Irish-Canadian writer Emma Donoghue, the best-selling author of Room, is on a journey to Texas on her tour for her new book Astray. So perhaps it is appropriate that her collection of short stories is obsessed with types of immigration and travel, some physical, some mental.
These stories of wandering characters, who travel to or within a North America still new, are all based on historical events or on real people who left footprints in the historical record that are little more than footnotes. After each story in Astray, Donoghue provides the reader with that footnote, the historical documentation that sparked her story.
Reading Astray is a bit like watching a magician create a wondrous illusion before you and then reveal a few enticing hints as to how she did it.
Reading Astray is a bit like watching a magician create a wondrous illusion before you and then reveal a few enticing hints as to how she did it. When I talked with Donoghue before her trip to Houston for the Inprint Margarett Root Brown Reading Series I asked why she felt it important to give away Astray’s historical inspirations. She explained the choice was more ethical than aesthetic.
“While I’m getting great pleasure out of sort of resurrecting these dead people, I in no way own their stories. I don’t want to set down these stories as if I have ownership of them. I really feel strongly that I want to get these lives back into the public domain of knowledge,” she explains and hopes other writers, readers, or historians might further explore these forgotten people whether that exploration takes the shape of biographies, online projects, or other fictive works.
And how does she find these lost lives to turn into the fodder for story?
“I always look for something that’s unexplained and puzzling which is never going to be explained to us by the sources, especially because a lot of these people are truly obscure, the nobodies of history. I don’t think we’re ever going to find a clear explanation, so fiction can move in wonderfully in a situation like that. . .I look for a fresh angle that fiction can bring,” she says.
Searching for Mavericks
When I next asked Donoghue what it is that attracts her to these “nobodies of histories” much more than the somebodies we all might remember from history class, she says it’s the oddities and freaks of the past that she looks to for her fiction, the people “with strange bodies, people with strange minds, people who break rules.”
Donoghue says it’s the oddities and freaks of the past that she looks to for her fiction, the people “with strange bodies, people with strange minds, people who break rules.”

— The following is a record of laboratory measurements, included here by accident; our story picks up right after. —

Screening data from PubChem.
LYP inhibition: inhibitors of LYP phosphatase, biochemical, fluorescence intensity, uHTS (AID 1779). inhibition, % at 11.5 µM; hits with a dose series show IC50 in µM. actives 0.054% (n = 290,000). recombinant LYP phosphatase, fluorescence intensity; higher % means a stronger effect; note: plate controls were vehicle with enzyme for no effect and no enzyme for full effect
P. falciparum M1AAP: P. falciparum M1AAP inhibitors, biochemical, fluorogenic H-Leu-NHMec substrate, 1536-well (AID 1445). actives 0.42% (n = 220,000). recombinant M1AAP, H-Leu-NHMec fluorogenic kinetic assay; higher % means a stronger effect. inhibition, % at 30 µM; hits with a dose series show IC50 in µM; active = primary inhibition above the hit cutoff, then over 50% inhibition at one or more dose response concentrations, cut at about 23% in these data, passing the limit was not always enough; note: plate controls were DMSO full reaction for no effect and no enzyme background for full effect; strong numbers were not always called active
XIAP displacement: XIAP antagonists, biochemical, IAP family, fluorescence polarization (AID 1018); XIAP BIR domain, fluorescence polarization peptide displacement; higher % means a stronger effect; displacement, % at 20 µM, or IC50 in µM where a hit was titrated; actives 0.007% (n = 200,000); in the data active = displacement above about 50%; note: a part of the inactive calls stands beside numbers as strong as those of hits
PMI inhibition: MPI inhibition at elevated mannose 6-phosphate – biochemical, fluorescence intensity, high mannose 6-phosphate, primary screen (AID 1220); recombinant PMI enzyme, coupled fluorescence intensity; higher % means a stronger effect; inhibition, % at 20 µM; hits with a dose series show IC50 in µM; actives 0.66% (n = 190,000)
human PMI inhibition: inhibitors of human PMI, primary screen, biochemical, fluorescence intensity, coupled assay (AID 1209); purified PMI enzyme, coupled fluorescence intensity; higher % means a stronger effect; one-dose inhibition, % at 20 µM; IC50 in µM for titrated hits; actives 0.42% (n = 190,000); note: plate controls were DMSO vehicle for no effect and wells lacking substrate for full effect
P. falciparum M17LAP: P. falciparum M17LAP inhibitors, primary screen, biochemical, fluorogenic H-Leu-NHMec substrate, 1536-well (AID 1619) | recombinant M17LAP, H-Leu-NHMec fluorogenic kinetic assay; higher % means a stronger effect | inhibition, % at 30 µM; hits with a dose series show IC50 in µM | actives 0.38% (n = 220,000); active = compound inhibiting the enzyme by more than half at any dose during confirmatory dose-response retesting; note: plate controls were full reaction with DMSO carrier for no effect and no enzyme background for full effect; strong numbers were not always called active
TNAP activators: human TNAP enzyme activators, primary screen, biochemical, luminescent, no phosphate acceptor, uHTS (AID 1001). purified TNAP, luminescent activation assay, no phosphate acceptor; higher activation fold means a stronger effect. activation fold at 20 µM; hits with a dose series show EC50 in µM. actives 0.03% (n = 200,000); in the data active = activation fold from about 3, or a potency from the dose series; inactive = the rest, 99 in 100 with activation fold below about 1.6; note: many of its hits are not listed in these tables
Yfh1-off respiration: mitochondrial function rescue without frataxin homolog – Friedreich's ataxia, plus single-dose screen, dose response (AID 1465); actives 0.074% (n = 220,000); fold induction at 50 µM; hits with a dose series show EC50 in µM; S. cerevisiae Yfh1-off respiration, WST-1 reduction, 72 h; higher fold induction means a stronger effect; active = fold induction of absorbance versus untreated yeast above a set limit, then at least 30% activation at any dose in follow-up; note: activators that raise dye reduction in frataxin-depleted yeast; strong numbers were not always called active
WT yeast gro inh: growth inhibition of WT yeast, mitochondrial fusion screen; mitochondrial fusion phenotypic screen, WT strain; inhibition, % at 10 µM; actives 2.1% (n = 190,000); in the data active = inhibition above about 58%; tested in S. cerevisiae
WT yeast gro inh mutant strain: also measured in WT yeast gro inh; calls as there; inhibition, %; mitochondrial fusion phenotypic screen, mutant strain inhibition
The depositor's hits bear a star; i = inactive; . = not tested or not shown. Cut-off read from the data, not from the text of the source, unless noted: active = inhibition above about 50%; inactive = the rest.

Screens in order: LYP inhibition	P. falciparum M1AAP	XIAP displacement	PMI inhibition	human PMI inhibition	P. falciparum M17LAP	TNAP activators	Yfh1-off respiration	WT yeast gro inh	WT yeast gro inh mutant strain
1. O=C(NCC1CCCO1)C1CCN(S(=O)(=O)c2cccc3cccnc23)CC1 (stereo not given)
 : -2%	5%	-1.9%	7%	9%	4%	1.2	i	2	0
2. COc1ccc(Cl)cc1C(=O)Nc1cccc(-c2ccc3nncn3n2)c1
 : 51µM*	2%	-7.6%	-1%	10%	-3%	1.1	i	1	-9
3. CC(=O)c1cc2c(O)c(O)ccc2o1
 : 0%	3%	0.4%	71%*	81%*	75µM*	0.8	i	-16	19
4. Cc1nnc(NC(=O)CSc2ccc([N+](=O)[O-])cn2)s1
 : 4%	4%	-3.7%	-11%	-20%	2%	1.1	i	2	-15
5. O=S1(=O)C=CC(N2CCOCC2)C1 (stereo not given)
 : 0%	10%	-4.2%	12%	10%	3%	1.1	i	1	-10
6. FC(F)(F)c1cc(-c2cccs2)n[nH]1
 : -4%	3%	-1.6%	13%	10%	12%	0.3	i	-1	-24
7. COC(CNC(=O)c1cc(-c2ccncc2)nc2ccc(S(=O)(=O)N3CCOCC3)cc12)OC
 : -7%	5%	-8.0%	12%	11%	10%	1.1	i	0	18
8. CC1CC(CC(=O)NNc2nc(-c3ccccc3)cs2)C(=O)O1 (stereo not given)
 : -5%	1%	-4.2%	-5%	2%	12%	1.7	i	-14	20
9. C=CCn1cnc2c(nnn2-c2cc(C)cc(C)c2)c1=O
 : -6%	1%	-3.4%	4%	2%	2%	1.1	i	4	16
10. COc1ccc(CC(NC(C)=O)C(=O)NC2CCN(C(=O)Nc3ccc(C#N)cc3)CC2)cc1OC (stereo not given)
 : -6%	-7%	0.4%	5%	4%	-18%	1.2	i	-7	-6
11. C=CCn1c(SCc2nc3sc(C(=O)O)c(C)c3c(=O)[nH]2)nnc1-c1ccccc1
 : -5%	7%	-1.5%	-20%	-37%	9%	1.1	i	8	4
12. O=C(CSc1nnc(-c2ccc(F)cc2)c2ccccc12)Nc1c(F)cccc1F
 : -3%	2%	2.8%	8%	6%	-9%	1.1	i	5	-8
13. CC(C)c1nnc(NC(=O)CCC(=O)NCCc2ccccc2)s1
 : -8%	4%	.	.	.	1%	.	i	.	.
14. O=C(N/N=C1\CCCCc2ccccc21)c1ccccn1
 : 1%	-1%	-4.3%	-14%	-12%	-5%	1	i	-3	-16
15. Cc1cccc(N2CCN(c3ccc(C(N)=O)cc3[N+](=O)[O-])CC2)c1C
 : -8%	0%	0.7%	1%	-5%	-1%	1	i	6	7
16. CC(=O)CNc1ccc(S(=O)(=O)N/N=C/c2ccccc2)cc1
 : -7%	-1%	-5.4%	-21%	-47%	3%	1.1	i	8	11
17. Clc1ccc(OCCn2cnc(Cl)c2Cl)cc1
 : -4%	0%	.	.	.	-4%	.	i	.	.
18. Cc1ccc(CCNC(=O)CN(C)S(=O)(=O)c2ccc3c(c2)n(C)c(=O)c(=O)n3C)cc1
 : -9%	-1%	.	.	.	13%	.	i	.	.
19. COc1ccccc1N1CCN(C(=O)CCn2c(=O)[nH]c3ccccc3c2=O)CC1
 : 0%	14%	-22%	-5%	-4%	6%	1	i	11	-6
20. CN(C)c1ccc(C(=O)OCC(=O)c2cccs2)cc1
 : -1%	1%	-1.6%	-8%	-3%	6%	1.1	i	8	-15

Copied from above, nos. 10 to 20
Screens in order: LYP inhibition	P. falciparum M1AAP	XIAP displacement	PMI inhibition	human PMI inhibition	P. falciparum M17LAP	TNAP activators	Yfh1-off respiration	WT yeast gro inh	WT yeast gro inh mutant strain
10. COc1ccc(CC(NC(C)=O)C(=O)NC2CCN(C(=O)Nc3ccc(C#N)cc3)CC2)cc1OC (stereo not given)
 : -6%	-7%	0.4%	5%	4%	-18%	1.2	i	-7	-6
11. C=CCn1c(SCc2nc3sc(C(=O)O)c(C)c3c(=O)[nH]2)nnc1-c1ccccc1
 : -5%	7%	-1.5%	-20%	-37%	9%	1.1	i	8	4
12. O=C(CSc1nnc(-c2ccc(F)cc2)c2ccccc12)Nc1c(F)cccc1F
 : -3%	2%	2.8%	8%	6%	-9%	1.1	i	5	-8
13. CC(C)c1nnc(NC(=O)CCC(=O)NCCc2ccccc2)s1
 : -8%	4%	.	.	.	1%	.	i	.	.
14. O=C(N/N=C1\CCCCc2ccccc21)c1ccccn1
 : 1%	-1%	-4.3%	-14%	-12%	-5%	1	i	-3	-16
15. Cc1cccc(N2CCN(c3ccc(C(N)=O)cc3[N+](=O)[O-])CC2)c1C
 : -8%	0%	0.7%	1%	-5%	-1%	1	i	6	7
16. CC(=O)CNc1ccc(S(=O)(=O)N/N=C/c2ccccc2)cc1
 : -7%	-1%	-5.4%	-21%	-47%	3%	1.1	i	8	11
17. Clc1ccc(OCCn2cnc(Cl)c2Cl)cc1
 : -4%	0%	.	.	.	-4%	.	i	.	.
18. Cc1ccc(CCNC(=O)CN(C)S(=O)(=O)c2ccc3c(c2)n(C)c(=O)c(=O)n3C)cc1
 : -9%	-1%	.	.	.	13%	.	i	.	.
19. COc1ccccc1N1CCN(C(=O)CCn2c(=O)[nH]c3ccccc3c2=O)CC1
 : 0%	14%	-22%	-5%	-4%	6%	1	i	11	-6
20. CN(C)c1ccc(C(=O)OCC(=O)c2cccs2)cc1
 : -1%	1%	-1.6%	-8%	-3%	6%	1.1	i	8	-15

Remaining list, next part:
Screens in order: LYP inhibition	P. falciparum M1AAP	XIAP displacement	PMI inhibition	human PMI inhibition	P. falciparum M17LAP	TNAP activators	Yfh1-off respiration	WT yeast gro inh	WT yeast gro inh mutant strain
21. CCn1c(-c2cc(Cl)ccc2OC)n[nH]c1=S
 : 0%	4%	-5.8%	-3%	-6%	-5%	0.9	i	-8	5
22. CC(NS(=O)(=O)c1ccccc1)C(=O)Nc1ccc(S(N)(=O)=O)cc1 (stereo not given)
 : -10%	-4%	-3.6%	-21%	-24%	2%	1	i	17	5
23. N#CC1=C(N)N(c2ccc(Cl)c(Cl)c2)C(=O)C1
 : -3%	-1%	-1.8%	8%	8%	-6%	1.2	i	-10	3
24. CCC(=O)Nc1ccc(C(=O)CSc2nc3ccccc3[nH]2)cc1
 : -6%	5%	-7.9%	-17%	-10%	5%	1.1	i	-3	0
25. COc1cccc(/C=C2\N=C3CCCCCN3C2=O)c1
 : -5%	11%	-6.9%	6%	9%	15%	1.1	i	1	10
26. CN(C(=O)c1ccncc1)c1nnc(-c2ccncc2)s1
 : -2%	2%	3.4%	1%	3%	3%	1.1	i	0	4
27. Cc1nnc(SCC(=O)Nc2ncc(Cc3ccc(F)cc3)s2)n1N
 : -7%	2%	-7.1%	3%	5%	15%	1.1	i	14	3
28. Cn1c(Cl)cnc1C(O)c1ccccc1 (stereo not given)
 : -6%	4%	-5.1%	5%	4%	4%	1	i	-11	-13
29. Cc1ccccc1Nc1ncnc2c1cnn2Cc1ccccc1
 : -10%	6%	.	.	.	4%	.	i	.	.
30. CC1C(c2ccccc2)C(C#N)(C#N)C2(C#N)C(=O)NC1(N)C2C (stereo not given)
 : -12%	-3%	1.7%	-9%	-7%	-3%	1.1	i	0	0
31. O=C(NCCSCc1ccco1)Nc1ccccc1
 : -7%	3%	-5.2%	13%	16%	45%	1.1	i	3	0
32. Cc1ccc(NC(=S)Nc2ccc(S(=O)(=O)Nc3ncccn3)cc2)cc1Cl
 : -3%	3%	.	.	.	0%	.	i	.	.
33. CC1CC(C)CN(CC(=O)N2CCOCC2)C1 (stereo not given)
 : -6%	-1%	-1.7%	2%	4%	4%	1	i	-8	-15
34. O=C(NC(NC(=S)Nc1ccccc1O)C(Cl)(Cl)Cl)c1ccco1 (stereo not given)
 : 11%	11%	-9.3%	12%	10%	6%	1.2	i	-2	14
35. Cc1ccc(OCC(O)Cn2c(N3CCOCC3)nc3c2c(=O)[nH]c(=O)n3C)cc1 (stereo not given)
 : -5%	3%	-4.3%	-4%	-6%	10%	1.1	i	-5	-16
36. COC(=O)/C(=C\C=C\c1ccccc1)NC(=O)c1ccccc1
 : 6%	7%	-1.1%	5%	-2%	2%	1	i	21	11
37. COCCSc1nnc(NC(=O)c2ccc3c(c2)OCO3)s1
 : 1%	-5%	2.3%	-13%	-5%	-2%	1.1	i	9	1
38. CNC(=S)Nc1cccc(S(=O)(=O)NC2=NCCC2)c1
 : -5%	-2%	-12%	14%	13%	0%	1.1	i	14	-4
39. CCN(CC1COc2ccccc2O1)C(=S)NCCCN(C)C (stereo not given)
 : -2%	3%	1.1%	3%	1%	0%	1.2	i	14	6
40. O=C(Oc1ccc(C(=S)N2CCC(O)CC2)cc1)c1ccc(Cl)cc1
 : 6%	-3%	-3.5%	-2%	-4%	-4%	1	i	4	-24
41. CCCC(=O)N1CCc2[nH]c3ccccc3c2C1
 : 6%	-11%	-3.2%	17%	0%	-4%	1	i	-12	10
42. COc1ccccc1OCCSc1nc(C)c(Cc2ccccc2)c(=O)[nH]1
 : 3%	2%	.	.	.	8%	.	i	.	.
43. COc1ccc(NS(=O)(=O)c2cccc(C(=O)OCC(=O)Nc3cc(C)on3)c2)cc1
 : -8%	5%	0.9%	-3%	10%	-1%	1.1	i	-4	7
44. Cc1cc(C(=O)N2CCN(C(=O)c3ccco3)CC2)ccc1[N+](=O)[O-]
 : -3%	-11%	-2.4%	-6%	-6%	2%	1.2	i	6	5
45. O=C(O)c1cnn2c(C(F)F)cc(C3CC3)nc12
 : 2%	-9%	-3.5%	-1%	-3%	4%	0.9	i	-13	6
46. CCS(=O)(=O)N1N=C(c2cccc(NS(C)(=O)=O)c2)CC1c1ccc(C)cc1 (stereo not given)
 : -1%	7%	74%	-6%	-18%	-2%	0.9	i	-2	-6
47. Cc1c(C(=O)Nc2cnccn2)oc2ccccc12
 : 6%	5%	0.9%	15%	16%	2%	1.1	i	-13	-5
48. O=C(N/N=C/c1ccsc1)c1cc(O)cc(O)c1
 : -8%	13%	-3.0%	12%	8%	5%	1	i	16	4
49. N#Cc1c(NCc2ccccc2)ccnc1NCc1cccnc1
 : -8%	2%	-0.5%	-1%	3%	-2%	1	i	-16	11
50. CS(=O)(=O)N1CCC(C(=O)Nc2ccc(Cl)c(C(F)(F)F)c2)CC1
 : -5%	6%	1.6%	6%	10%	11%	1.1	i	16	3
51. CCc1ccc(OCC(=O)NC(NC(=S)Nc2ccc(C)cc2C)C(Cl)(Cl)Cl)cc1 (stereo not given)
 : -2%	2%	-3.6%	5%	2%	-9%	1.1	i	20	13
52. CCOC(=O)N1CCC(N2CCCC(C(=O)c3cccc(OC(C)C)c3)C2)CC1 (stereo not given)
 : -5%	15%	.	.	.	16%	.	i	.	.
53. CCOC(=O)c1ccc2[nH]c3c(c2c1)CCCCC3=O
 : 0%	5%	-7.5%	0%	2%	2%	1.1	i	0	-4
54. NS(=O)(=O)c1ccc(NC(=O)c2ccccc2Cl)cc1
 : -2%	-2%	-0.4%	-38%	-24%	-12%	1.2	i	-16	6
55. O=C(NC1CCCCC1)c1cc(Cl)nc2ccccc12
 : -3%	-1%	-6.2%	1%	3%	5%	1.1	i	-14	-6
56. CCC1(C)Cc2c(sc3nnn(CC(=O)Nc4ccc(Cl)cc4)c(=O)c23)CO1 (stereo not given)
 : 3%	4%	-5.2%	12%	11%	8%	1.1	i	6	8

For Donoghue it’s all the better if these “mavericks” are not representative of the rest of the world or era she’s depicting. As an example, she cites the story in Astray, “Last Supper at Brown’s,” her take on an obscure bit of Texas history of a slave who killed his master and ran away with the widow. In Donoghue’s imagining the wife was abused by her husband and longed for freedom as much as the slave.
Donoghue notes that these types of cases were extremely rare but the “marginal cases can illuminate the everyday.” She believes “sometimes by looking at the most strange outlining case you can glimpse something that is true.”
Throughout Astray, Donoghue keeps at least a century’s distance between the historical subjects of her stories and her readers. The one exception is the last story “What Remains,” a quiet, heartbreaking scene from the last years of the U.S-turned-Canadian artists Frances Loring and Florence Wyle. The story depicts Wyle’s struggle to reach through Loring’s dementia to reconnect with her by visiting one of Loring’s great sculptures. The women died within three weeks of each other in 1968.
I asked Donoghue if writing fiction about two artist who are much closer to us in time and who are still well known in their adopted country puts restraints on her story telling. She says that there has been warm responses to the story in Canada.
“I think people are generally thrilled if you pay the compliment of fiction to somebody they’ve known or cared about. Yes, it’s a bit more uncomfortable writing about the 20th century then say the seventeenth, but on the other hand there are great rewards because I think people are often deeply moved when you’re dealing with something a bit closer in time to their experience,” she explains.
Emma Donoghue the Character?
And what of her own life, I had to ask. Donoghue has written several essays on her experience as a Irish woman, immigrant, lesbian, and mother. In interviews she has been so open about her life to even reveal what qualities she and her partner, Chris Roulston, looked for in a sperm donor. So if a hundred years from now some writer not-yet-born wanted to write a story, novel, or play in which Donoghue was a character, would she approve?
“I would feel free. I couldn’t care less what they do a hundred years from now, and I’d be honored,” she says but doubts the possibility, as she judges her life not to be good inspiration for story. “It’s been a very fairly even, peaceful, and happy life, not the stuff of fiction at all. That’s the paradox, I’m drawn to these strange, dark, particular stories and that’s not the way I actually like to live. But [writers can] feel free. They can do what they like.”